Landscape Architect Wins MacArthur Genius Award

Nice news this week via Brad McKee, editor of Landscape Architecture Magazine, who writes: Kate Orff, ASLA, became the first landscape architect to receive a MacArthur Foundation fellowship, which carries a $625,000 award over five years for “originality, insight, and potential.” Orff was among 24 fellows named by the foundation today, who also included artists, activists, scientists, and historians. Brad […]

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Posted by on October 13, 2017 at 8:18 am   This post has one response.

Closing edicts

Lessons learned from the 2017 gardening season (so far): Never again: Morning glory (convolvulus): The central mission of this (gorgeous) blue cultivar seemed to be to envelope every plant within its reach, while making sure to release as few flowers as possible in the process. The blooms, when they...

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Posted by on October 10, 2017 at 11:23 am   This post has 15 responses.

The Gardens (and More) of Asbury Park, NJ

When I go to the beach it’s in the spring or fall, and even in glorious weather like we’re enjoying this week, I don’t really lie on the beach. As a plantaholic, I gravitate toward nearby gardens and plant-filled natural areas instead. There the blogger in me takes over,...

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Posted by on October 5, 2017 at 7:40 am   This post has no responses.

I Found my Bird Feeder Bliss

For decades in a former garden, my bird-watching consisted of standing on my deck and pointing the trusty binocs at the bird houses in the wooded valley below. I can’t you what birds actually filled them – I’m that bad at bird recognition – but anyway, my favorites were...

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Posted by on September 28, 2017 at 12:34 pm   This post has 10 responses.

Solidago solidarity

A recent post from my good friend, gardener and blogger, Gail Eichelberger, poses the question, “What’s wrong with goldenrod?” She then swiftly answers, “Nothing!” I couldn’t agree more. Here is one of my favorite, if not THE favorite, late season plants. I rejoice when it spreads to cover entire...

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Posted by on September 28, 2017 at 11:18 am   This post has 6 responses.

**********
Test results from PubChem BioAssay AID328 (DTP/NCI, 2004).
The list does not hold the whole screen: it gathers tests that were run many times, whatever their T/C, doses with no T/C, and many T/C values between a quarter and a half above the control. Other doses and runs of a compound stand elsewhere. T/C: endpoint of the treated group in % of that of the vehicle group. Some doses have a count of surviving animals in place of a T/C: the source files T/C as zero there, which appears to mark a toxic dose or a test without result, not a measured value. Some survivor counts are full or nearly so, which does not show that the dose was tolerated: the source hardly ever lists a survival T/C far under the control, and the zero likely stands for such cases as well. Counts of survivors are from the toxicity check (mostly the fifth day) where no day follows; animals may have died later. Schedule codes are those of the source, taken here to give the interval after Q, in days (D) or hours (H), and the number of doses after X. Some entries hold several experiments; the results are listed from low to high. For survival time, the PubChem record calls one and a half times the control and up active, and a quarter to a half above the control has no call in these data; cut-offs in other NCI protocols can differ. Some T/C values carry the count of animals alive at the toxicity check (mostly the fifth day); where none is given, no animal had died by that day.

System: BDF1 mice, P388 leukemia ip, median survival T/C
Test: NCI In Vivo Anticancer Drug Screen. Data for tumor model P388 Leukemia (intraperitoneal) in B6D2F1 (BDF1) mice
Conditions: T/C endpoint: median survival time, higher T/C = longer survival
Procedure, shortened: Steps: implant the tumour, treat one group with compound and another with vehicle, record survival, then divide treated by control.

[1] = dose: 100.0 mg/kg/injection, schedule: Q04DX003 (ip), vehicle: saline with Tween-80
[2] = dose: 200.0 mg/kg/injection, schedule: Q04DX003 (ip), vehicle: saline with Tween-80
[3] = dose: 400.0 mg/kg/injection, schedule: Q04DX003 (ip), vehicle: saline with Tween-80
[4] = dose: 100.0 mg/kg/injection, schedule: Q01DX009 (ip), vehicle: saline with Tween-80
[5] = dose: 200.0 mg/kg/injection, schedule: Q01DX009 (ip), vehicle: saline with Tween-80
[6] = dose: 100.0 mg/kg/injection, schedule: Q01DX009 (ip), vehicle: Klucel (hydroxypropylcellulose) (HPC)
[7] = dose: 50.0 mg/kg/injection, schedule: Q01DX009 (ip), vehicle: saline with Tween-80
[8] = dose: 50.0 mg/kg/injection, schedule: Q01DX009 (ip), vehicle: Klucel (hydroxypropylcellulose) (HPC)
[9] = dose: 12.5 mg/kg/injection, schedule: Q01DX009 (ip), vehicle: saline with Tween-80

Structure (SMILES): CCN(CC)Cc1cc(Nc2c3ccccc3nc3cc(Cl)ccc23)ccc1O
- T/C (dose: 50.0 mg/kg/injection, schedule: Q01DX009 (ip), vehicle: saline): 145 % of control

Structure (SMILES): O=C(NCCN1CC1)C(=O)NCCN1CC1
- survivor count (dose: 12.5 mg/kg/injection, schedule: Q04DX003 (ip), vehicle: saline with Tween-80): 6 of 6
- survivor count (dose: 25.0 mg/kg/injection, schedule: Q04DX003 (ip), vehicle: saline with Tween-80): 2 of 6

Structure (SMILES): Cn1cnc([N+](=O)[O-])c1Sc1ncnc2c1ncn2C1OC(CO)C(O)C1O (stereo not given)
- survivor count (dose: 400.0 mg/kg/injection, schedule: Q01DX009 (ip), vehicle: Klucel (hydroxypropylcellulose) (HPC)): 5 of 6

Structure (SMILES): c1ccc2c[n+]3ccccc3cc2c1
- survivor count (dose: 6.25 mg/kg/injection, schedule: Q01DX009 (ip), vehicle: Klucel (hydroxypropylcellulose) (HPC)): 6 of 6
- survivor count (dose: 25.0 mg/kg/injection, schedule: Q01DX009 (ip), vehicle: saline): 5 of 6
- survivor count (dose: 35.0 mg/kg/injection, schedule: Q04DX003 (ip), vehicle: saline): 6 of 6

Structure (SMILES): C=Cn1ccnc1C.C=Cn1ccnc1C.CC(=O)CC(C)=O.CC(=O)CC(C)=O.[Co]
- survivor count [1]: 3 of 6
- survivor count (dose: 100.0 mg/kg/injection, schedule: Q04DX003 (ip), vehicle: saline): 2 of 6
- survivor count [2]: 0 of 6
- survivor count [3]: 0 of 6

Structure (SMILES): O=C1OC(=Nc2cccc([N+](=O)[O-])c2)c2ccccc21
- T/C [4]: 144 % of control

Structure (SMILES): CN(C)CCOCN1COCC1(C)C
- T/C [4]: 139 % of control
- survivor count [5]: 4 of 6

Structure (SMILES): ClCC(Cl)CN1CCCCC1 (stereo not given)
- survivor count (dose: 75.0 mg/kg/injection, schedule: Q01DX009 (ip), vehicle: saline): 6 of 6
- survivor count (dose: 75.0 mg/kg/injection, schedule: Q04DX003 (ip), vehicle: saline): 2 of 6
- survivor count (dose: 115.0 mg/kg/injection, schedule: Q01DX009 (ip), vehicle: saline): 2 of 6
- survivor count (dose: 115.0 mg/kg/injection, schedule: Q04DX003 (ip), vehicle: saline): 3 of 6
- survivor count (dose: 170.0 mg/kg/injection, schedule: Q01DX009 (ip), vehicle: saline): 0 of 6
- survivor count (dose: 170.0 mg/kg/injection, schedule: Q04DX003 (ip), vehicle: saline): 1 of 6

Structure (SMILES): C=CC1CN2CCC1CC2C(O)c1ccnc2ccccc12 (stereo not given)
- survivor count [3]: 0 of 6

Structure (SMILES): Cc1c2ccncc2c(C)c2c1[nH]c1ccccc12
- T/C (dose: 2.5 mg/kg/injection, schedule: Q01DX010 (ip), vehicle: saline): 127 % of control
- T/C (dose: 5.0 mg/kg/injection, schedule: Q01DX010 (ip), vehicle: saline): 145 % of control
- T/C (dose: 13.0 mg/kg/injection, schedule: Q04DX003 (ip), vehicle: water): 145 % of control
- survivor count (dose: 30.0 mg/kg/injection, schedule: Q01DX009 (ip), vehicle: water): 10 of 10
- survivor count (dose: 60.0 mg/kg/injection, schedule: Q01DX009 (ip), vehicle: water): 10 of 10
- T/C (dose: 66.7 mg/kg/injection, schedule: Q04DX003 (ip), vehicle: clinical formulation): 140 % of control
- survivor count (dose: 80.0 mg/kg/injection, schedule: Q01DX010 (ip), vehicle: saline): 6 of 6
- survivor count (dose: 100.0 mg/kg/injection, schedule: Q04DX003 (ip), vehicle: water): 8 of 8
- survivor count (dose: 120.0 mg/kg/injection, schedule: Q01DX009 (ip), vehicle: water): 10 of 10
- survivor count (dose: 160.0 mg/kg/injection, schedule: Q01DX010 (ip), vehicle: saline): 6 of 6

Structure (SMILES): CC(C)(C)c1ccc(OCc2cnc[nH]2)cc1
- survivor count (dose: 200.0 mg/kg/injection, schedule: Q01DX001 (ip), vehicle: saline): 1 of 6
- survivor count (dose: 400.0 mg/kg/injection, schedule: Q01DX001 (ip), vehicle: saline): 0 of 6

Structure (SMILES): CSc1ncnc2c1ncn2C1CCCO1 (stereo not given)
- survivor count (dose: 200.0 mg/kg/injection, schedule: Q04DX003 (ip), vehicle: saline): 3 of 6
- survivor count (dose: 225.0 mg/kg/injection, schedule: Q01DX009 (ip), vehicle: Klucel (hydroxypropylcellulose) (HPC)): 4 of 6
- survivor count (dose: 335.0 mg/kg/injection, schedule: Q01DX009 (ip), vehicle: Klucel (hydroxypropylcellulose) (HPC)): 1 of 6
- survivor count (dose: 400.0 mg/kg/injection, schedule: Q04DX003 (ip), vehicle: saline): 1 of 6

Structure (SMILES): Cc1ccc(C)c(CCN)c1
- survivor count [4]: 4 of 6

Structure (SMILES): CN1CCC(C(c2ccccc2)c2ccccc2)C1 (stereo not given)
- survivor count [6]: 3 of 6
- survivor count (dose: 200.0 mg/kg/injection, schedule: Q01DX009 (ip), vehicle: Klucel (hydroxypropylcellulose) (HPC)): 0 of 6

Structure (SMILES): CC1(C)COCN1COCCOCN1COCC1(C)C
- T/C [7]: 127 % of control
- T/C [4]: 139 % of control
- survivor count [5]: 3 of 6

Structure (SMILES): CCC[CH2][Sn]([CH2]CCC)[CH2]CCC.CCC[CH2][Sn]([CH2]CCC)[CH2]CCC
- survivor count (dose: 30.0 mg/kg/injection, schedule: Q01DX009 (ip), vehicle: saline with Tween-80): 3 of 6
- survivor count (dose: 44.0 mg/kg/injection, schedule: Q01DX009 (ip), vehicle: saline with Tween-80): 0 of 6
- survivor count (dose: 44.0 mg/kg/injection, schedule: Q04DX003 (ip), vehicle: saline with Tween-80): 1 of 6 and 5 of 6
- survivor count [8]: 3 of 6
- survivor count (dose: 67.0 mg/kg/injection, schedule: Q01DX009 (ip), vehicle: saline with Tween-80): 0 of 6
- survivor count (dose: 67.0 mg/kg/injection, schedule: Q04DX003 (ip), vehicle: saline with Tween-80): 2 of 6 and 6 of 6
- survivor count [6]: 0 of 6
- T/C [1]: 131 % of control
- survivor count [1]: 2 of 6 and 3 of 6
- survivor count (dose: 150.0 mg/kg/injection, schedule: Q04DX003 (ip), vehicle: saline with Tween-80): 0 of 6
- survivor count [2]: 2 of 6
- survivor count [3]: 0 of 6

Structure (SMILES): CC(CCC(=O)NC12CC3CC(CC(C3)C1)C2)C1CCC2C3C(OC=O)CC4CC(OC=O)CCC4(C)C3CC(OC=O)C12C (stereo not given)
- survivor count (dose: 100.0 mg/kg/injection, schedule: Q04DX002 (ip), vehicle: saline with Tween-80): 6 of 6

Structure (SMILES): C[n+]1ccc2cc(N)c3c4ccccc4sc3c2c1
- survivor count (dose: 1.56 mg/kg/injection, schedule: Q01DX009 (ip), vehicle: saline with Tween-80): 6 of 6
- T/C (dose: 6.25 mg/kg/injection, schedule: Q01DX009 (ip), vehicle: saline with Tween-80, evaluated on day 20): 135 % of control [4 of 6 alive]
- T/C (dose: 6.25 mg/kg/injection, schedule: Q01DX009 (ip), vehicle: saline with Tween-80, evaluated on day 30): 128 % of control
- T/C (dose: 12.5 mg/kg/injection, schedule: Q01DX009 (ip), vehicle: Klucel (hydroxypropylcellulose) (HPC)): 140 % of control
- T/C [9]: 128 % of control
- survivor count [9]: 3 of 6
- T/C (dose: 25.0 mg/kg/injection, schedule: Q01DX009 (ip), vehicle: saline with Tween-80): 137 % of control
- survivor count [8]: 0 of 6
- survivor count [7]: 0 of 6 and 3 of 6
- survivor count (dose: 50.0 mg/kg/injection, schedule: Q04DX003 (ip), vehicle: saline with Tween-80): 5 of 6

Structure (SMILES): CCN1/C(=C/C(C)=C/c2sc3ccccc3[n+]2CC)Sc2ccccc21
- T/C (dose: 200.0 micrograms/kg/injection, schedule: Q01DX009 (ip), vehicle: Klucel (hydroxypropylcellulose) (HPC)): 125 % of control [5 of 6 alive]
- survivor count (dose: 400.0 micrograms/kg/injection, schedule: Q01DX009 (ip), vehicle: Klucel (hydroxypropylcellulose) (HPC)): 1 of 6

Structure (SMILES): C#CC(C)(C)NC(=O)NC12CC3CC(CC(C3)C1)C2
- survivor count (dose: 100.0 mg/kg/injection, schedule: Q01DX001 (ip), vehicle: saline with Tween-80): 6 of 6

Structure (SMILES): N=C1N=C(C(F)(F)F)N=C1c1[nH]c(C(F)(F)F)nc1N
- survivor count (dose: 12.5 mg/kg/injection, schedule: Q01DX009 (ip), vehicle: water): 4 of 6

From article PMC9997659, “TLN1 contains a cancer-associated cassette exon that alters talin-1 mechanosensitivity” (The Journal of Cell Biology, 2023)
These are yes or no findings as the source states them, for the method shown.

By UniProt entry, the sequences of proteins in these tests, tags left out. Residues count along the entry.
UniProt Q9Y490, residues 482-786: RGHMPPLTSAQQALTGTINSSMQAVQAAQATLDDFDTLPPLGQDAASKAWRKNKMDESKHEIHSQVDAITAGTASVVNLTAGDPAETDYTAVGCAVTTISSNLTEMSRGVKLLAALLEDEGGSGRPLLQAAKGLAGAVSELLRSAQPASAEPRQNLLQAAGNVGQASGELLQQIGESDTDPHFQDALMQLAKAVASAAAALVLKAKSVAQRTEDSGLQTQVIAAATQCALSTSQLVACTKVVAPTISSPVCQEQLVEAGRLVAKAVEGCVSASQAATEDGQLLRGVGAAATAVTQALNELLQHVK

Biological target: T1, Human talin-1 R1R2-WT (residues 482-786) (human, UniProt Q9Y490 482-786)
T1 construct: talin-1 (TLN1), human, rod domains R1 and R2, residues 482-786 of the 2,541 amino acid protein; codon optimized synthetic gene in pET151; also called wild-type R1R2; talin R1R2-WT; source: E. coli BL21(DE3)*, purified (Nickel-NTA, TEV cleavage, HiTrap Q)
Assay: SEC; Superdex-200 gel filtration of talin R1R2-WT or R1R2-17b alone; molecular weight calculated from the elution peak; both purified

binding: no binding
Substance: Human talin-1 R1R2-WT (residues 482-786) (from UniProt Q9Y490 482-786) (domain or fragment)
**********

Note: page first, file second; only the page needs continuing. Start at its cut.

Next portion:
The Clarion Call of Brugmansia

October is peeking its nose up over the horizon now, shortening the days, painting the landscape, dredging up reluctant thoughts of the leaf blower and raggedy sweaters. And yet it’s been 90 degrees here in Southern Indiana, even as the rest of the world deals with snow, torrential rains,...

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Posted by on September 25, 2017 at 10:46 am   This post has 6 responses.

Jerry Baker’s Quackery Lives On

Jerry Baker, the self-styled “America’s Master Gardener” and highly successful huckster for home-remedy books and products died in March of this year at the age of 85. I was curious to see how the gardening world would note his passing, especially those who attacked his teachings, some repeatedly. I...

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Posted by on September 22, 2017 at 7:19 am   This post has 5 responses.

In Praise of a Plant That Needs Your Love

  Diarrhena americana. The Latin name doesn’t inspire lustful desire does it? What a pity. It’s better than its name. I remember the moment I first came across this native grass. I had no idea what its name was when I was introduced. But Rick Lewandowski knew the name...

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Posted by on September 13, 2017 at 8:14 am   This post has 15 responses.

Milllennials love houseplants? Yay!

And it’s interesting, because I’m learning this just as I’ve begun to feel kind of blasé about my houseplants. I still have plenty, but I maintain them without as much interest as I used to—I get much more excited about my indoor bulb forcing projects, which fill the house...

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Posted by on September 7, 2017 at 3:10 pm   This post has 5 responses.

Robert Frost Needed Better Neighbors

So maybe it was Robert Frost. That whole “Mending Wall’ thing: Something there is that doesn’t love a wall, That sends the frozen-ground-swell under it, And spills the upper boulders in the sun; And makes gaps even two can pass abreast. I read that poem 1,000 times as a...

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Posted by on September 1, 2017 at 4:51 am   This post has 6 responses.